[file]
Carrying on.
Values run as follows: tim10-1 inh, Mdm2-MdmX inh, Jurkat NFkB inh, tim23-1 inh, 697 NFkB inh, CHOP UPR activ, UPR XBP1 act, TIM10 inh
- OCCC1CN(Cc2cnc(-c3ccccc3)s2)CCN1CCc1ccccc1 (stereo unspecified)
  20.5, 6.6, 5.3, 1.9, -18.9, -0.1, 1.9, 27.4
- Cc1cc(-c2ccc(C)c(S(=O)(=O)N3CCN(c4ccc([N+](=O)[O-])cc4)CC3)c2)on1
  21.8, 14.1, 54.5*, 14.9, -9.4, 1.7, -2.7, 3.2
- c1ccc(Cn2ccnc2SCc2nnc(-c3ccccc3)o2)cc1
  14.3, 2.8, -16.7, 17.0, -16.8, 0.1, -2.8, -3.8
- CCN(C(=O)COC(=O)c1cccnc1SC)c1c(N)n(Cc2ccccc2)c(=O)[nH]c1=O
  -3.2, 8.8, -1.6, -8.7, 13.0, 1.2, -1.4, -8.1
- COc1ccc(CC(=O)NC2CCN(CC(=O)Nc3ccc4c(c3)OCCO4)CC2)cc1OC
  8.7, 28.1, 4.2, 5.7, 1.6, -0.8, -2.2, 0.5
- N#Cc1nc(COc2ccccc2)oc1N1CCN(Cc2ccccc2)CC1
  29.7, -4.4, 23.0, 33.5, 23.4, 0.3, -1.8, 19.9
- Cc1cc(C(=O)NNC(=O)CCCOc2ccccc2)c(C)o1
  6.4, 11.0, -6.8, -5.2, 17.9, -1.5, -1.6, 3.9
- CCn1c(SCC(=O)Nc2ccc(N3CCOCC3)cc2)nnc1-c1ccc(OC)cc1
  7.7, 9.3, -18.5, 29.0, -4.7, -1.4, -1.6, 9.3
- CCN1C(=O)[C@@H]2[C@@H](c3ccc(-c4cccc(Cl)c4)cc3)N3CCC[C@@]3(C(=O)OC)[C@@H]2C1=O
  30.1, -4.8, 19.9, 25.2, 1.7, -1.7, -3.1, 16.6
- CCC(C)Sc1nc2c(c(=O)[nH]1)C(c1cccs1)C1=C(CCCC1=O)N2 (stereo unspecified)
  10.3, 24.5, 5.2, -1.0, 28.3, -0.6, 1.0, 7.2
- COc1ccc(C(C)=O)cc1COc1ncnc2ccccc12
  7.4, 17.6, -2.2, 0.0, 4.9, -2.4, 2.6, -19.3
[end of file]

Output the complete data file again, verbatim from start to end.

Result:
Carrying on.
Values run as follows: tim10-1 inh, Mdm2-MdmX inh, Jurkat NFkB inh, tim23-1 inh, 697 NFkB inh, CHOP UPR activ, UPR XBP1 act, TIM10 inh
- OCCC1CN(Cc2cnc(-c3ccccc3)s2)CCN1CCc1ccccc1 (stereo unspecified)
  20.5, 6.6, 5.3, 1.9, -18.9, -0.1, 1.9, 27.4
- Cc1cc(-c2ccc(C)c(S(=O)(=O)N3CCN(c4ccc([N+](=O)[O-])cc4)CC3)c2)on1
  21.8, 14.1, 54.5*, 14.9, -9.4, 1.7, -2.7, 3.2
- c1ccc(Cn2ccnc2SCc2nnc(-c3ccccc3)o2)cc1
  14.3, 2.8, -16.7, 17.0, -16.8, 0.1, -2.8, -3.8
- CCN(C(=O)COC(=O)c1cccnc1SC)c1c(N)n(Cc2ccccc2)c(=O)[nH]c1=O
  -3.2, 8.8, -1.6, -8.7, 13.0, 1.2, -1.4, -8.1
- COc1ccc(CC(=O)NC2CCN(CC(=O)Nc3ccc4c(c3)OCCO4)CC2)cc1OC
  8.7, 28.1, 4.2, 5.7, 1.6, -0.8, -2.2, 0.5
- N#Cc1nc(COc2ccccc2)oc1N1CCN(Cc2ccccc2)CC1
  29.7, -4.4, 23.0, 33.5, 23.4, 0.3, -1.8, 19.9
- Cc1cc(C(=O)NNC(=O)CCCOc2ccccc2)c(C)o1
  6.4, 11.0, -6.8, -5.2, 17.9, -1.5, -1.6, 3.9
- CCn1c(SCC(=O)Nc2ccc(N3CCOCC3)cc2)nnc1-c1ccc(OC)cc1
  7.7, 9.3, -18.5, 29.0, -4.7, -1.4, -1.6, 9.3
- CCN1C(=O)[C@@H]2[C@@H](c3ccc(-c4cccc(Cl)c4)cc3)N3CCC[C@@]3(C(=O)OC)[C@@H]2C1=O
  30.1, -4.8, 19.9, 25.2, 1.7, -1.7, -3.1, 16.6
- CCC(C)Sc1nc2c(c(=O)[nH]1)C(c1cccs1)C1=C(CCCC1=O)N2 (stereo unspecified)
  10.3, 24.5, 5.2, -1.0, 28.3, -0.6, 1.0, 7.2
- COc1ccc(C(C)=O)cc1COc1ncnc2ccccc12
  7.4, 17.6, -2.2, 0.0, 4.9, -2.4, 2.6, -19.3